With schools around the country closed due to COVID-19, as a parent, what can you do to help your kids learn, support their well-being, and build independent learning strategies? Study.com has some great resources on their website to share.
Now that the school year is fully underway many parents are beginning to feel the crunch. Between school orientations, conferences, chauffeuring kids, after-school activities, and homework, it’s easy to despair. While the start of school comes with its own set of unique challenges, perhaps the biggest one is how to juggle it all while maintaining one’s sanity. Take heart if you are feeling overwhelmed! With a bit of organization and a lot of deep breathing, you too can survive the beginning of a new school year. Check out these tips from Red Apple Reading:
With the new school year under way, children are making the transition from summer break to being in the classroom. This change in routine can be challenging for everyone – children, teachers, and parents. As parents we must find that balance between handing over the reins to the teacher while still being an active source of support in the educational process. What can parents do to help their child’s teacher? Red Apple Reading has some helpful suggestions for parents who want to support those who educate their children.
I’m always amazed how fast our summer slips away. I blink and suddenly it’s the middle of July and all my good intentions for having a productive break have begun to flounder. It can be easy to let learning slide during the summer months, but the cumulative effects of educational inactivity really do add up! The result being our kids end up losing many of the gains they made during the school year. Don’t despair if you have let your kiddos fall into a summer slump. It’s not too late to take hold of the reigns and incorporate a little learning into the rest of the summer holiday. Try including some of the following activities into your kids’ summer schedule.
Each afternoon parents check their children’s backpacks to determine what homework needs to be completed for the evening. Somewhere among the items listed one usually finds: read for __ minutes. While this task seems relatively straightforward, you may find yourself wondering what you should be doing to ensure this assignment is actually yielding the greatest benefit for your kiddo. Parents need not be over-involved in reading homework, but they can employ a few strategies to help their children get the most out of their book!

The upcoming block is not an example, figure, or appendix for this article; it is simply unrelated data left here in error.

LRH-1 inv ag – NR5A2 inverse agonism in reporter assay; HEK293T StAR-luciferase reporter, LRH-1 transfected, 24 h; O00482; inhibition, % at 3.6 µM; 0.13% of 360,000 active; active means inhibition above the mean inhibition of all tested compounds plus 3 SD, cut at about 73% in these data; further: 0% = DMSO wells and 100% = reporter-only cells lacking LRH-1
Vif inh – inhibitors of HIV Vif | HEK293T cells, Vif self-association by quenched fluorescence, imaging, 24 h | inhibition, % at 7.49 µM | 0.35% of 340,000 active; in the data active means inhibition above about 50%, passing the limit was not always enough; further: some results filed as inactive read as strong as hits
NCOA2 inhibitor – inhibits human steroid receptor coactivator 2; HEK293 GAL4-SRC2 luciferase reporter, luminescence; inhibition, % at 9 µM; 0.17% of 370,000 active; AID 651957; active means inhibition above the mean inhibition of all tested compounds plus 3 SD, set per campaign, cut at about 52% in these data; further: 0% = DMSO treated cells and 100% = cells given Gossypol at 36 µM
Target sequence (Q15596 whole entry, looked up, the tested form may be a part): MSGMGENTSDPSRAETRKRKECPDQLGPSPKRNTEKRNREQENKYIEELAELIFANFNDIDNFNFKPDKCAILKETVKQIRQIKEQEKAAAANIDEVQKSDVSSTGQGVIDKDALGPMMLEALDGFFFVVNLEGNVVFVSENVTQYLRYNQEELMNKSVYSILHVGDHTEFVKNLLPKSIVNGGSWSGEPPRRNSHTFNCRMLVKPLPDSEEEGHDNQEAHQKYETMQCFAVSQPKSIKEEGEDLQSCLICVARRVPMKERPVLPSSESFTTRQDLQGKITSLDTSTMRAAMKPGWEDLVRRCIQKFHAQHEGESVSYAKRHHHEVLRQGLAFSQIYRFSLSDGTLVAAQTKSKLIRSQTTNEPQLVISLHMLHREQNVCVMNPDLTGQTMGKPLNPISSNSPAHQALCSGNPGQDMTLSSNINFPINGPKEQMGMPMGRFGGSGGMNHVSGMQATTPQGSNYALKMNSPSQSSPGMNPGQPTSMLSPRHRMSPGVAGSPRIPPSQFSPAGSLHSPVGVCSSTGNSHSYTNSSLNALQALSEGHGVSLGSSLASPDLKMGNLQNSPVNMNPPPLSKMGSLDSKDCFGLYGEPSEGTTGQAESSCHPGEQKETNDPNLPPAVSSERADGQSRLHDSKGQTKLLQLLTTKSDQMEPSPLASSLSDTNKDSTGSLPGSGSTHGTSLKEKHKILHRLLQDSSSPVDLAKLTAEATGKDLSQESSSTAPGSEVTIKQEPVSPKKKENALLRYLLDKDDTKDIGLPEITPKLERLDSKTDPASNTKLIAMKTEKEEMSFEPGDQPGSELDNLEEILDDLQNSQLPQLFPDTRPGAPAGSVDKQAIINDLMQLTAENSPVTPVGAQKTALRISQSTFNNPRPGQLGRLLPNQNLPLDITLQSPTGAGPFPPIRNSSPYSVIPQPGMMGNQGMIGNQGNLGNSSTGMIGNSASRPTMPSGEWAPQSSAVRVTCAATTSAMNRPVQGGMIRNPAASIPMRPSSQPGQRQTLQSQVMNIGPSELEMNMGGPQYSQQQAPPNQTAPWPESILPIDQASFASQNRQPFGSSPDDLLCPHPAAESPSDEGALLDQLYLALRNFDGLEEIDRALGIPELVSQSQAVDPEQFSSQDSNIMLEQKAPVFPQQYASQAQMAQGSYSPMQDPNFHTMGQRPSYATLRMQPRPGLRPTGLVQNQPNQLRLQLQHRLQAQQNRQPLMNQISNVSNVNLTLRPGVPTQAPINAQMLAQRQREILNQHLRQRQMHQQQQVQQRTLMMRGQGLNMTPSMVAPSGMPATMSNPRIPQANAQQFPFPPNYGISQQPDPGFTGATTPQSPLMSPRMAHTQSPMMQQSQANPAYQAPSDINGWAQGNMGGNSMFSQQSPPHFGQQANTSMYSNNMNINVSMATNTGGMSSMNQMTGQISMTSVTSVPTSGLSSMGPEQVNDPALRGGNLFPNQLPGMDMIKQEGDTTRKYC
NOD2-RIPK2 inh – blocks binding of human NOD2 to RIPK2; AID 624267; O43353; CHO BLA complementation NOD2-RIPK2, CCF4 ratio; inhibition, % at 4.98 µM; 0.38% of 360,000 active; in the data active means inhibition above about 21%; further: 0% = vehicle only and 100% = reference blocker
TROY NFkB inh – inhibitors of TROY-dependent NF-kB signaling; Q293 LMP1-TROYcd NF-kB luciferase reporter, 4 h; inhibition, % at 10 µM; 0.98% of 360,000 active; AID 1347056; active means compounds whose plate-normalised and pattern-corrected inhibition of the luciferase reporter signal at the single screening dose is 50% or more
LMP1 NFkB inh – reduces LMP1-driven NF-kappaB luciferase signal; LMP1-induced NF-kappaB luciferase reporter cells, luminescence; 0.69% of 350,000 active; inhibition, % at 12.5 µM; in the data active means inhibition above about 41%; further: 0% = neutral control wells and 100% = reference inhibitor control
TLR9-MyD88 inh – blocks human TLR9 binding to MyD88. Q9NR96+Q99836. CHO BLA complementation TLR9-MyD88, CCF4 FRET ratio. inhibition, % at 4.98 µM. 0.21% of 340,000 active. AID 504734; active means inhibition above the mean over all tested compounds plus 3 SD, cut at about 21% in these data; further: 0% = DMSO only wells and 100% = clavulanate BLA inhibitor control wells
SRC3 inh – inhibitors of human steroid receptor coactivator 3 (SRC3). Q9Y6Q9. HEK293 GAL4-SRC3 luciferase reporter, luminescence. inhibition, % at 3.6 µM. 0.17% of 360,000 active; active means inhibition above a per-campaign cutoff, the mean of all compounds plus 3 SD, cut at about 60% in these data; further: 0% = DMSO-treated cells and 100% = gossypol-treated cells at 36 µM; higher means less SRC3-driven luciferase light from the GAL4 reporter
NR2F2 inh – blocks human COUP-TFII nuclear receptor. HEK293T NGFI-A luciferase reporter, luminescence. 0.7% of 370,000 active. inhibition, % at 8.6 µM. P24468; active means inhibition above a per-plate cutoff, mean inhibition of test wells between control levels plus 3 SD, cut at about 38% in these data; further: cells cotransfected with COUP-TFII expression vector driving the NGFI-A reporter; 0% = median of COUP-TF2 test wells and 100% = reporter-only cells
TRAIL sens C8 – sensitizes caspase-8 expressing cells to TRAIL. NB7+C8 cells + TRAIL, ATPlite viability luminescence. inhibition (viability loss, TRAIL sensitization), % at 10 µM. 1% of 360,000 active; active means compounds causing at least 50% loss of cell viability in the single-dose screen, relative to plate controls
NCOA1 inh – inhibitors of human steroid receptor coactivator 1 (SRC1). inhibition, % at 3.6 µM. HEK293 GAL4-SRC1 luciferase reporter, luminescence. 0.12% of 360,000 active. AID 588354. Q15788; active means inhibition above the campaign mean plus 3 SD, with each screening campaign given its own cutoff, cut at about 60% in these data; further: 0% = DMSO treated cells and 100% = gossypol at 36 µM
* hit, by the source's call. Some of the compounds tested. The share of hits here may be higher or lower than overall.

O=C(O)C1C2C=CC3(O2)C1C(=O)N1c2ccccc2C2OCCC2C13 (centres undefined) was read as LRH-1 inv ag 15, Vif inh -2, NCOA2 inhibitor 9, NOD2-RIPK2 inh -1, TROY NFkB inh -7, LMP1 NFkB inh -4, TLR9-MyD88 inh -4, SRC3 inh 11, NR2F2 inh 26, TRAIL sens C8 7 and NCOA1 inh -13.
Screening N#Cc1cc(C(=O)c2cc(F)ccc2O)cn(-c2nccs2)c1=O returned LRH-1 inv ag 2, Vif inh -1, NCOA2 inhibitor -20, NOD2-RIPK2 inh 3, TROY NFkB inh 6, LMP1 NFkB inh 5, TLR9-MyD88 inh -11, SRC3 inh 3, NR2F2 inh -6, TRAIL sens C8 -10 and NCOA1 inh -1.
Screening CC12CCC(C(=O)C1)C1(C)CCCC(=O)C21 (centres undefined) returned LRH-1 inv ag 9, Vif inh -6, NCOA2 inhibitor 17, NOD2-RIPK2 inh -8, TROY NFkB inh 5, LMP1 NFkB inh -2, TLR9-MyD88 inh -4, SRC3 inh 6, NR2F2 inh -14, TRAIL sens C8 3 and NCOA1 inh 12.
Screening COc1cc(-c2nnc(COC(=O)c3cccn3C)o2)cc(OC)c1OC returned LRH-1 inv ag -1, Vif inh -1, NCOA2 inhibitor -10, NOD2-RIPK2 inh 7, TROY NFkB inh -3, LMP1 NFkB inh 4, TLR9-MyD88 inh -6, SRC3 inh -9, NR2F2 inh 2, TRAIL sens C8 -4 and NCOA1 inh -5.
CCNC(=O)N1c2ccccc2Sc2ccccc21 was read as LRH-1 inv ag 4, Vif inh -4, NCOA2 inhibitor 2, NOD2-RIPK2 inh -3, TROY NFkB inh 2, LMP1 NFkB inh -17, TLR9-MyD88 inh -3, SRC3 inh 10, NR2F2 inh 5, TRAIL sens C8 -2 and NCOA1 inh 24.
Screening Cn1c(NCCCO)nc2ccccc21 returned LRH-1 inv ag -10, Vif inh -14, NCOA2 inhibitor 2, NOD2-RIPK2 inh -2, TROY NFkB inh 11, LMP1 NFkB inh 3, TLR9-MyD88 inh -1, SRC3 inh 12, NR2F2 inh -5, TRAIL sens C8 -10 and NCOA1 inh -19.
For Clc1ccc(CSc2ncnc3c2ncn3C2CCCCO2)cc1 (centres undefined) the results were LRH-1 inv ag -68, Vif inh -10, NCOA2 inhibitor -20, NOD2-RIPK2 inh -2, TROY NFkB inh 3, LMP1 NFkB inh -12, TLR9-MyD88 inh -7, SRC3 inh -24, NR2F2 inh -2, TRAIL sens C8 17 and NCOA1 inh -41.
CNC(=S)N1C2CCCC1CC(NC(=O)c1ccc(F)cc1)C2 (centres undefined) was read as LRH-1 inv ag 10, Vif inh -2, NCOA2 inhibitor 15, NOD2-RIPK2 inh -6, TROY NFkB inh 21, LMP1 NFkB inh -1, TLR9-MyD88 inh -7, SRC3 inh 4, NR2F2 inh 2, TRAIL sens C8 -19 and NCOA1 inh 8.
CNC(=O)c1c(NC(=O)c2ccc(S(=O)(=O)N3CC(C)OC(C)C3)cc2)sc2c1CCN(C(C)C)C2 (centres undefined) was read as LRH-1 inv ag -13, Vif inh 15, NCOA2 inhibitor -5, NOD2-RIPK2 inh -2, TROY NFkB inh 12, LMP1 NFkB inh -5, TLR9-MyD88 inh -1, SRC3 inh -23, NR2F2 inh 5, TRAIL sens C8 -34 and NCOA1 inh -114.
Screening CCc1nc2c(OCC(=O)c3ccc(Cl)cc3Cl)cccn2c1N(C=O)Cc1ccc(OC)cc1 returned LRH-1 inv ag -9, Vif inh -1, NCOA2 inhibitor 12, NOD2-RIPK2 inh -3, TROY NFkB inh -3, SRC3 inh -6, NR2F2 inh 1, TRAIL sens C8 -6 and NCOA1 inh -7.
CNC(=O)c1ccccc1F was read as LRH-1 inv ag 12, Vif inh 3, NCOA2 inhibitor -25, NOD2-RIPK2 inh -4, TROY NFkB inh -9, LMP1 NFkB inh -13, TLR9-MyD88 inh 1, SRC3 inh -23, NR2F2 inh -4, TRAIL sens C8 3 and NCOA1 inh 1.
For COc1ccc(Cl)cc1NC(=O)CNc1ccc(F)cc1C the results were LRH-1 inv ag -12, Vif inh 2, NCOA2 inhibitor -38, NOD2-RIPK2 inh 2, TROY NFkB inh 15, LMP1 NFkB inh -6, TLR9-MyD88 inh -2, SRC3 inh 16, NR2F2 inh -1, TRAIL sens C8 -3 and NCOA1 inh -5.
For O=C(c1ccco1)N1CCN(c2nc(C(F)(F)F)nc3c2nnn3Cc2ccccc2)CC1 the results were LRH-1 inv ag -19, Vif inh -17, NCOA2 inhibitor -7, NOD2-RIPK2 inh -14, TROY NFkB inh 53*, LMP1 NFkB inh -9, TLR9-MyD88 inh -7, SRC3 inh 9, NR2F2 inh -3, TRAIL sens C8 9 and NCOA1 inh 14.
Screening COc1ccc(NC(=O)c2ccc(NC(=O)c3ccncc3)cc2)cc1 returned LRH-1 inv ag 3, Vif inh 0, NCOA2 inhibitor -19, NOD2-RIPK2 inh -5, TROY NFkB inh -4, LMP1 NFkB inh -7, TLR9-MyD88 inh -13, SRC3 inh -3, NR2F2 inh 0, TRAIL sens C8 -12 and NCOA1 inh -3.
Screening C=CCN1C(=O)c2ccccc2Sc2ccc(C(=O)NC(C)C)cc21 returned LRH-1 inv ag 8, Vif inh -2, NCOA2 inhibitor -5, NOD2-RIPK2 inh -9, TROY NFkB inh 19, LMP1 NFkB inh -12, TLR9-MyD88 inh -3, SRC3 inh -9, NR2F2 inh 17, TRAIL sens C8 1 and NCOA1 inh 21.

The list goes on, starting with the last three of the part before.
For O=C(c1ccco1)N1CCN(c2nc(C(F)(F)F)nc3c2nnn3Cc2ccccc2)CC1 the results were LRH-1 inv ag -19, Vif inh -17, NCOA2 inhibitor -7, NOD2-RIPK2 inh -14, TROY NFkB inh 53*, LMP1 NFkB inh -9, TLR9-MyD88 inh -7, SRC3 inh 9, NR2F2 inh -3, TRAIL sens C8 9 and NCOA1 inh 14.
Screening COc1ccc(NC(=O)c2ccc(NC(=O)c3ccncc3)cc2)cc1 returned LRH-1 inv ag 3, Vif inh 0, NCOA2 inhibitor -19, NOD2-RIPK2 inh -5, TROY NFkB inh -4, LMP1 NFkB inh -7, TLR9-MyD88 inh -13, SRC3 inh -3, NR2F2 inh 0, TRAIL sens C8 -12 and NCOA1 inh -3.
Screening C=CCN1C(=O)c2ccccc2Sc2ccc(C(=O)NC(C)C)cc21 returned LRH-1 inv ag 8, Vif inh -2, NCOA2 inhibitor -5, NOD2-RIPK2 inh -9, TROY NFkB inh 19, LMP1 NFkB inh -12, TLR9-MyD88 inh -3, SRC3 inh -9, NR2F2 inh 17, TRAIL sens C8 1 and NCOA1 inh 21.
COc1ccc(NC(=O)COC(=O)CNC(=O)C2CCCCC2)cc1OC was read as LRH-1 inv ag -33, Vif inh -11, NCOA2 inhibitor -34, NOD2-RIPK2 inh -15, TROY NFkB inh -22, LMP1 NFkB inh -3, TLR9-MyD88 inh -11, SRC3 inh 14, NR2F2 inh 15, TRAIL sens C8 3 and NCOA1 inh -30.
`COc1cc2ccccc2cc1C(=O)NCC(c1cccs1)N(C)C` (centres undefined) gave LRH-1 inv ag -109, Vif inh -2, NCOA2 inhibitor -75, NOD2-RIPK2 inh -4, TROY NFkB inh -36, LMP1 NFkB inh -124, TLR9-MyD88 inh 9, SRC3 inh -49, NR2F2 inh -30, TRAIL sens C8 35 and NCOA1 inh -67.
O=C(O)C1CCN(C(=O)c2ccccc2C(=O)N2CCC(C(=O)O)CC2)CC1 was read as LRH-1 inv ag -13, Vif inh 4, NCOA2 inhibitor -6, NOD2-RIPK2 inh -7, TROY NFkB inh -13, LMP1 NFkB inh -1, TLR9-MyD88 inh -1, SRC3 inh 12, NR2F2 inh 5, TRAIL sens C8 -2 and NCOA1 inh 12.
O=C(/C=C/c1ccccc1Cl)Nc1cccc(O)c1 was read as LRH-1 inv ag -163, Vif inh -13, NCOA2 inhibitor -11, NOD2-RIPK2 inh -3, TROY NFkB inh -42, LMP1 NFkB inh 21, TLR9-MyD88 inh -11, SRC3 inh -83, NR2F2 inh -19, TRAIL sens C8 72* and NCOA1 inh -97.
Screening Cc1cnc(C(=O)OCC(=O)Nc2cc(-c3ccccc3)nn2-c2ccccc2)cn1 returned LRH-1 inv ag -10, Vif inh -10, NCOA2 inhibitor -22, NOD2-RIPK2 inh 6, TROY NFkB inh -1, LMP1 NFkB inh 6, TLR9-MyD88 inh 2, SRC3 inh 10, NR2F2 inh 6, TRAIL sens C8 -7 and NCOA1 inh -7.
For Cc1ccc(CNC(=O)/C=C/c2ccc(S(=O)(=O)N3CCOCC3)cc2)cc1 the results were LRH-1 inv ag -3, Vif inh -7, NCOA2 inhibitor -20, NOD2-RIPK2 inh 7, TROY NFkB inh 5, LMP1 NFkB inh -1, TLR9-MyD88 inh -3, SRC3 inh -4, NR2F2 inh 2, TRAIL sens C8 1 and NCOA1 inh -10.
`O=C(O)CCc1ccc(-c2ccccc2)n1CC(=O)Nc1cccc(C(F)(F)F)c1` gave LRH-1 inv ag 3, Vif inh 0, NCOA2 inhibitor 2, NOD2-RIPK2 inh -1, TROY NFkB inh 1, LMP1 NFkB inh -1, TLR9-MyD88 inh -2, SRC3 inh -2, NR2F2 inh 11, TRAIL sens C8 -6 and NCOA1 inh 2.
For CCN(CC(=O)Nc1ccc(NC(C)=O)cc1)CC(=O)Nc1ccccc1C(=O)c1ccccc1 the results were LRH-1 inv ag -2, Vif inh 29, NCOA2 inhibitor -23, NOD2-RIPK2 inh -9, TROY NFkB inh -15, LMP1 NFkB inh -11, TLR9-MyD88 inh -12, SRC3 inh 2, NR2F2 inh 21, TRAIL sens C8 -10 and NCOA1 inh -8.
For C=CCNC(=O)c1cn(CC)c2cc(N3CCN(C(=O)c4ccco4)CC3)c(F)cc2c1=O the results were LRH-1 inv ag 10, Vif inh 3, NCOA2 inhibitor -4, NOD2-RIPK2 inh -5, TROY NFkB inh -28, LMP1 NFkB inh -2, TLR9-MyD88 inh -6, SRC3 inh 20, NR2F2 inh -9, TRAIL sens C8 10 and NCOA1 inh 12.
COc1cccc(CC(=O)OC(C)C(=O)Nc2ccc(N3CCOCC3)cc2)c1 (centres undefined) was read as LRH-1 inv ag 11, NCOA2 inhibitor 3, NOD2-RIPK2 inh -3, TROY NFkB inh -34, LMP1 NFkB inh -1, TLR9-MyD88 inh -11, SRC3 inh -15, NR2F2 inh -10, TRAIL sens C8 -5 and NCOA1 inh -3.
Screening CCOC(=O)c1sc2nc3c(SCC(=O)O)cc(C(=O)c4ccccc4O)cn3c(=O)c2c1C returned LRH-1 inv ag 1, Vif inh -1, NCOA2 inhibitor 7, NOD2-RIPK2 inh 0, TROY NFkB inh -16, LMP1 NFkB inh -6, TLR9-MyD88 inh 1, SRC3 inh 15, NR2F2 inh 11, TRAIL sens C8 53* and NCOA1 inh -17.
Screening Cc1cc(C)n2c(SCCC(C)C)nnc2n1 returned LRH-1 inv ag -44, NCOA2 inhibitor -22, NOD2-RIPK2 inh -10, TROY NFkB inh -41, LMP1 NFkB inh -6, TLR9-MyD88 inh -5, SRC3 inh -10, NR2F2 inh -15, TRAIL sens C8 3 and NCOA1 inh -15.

The school supplies have been purchased, orientations attended, and bed times have been established – the new school year is underway! Most parents have started settling in to the routine for the fall, but how are your children adjusting? Don’t assume that no news is good news. Specific probing statements and questions such as, “Tell me about your teacher”, or “What subject do you think you might struggle the most with this year?” can help your child to open up. Red Apple Reading has some tips for helping your child navigate issues with friends, teachers, and homework.
There are several ways to incorporate Earth Day into the school day. Whether you teach in a traditional classroom or homeschool your kids, you’ll love these different activities that allow you to instruct while using an Earth Day theme. If your little ones attend a public or private school, you can choose an activity from the list to do when they arrive home in the afternoon. We know that however you choose to include these activities in your day, you and your kiddos will have a blast and learn a lot in the process!
Most of us are back to our normal routine after having a break for the holidays. If your kiddos are like mine, they weren’t overly excited about getting back to the grind. It can be tough to inspire children to finish the second half of the school year well. What can parents do to motivate their kids to do their best in school? Red Apple Reading has 4 easy steps you and your child can take to finish the last half of the school year like a champ!
Many of us have fond memories of visiting our own school library as youngsters. Unfortunately, most of us are guilty of taking the libraries in our schools for granted. Have you ever considered what your local school system would be like without its library? In honor of School Library Month, Red Apple Reading would like to remind our readers why school libraries are such precious gems!
Do you feel as if you don’t have a clue what your kid does all day at school? Sometimes it can seem like pulling teeth to get your child to open up and tell you about her day. Or perhaps you know what they are learning but would like to feel more involved in the process. Mothers and fathers can and should take part in their children’s education. Red Apple Reading has 6 simple suggestions that will help parents become more involved in the education of their kids.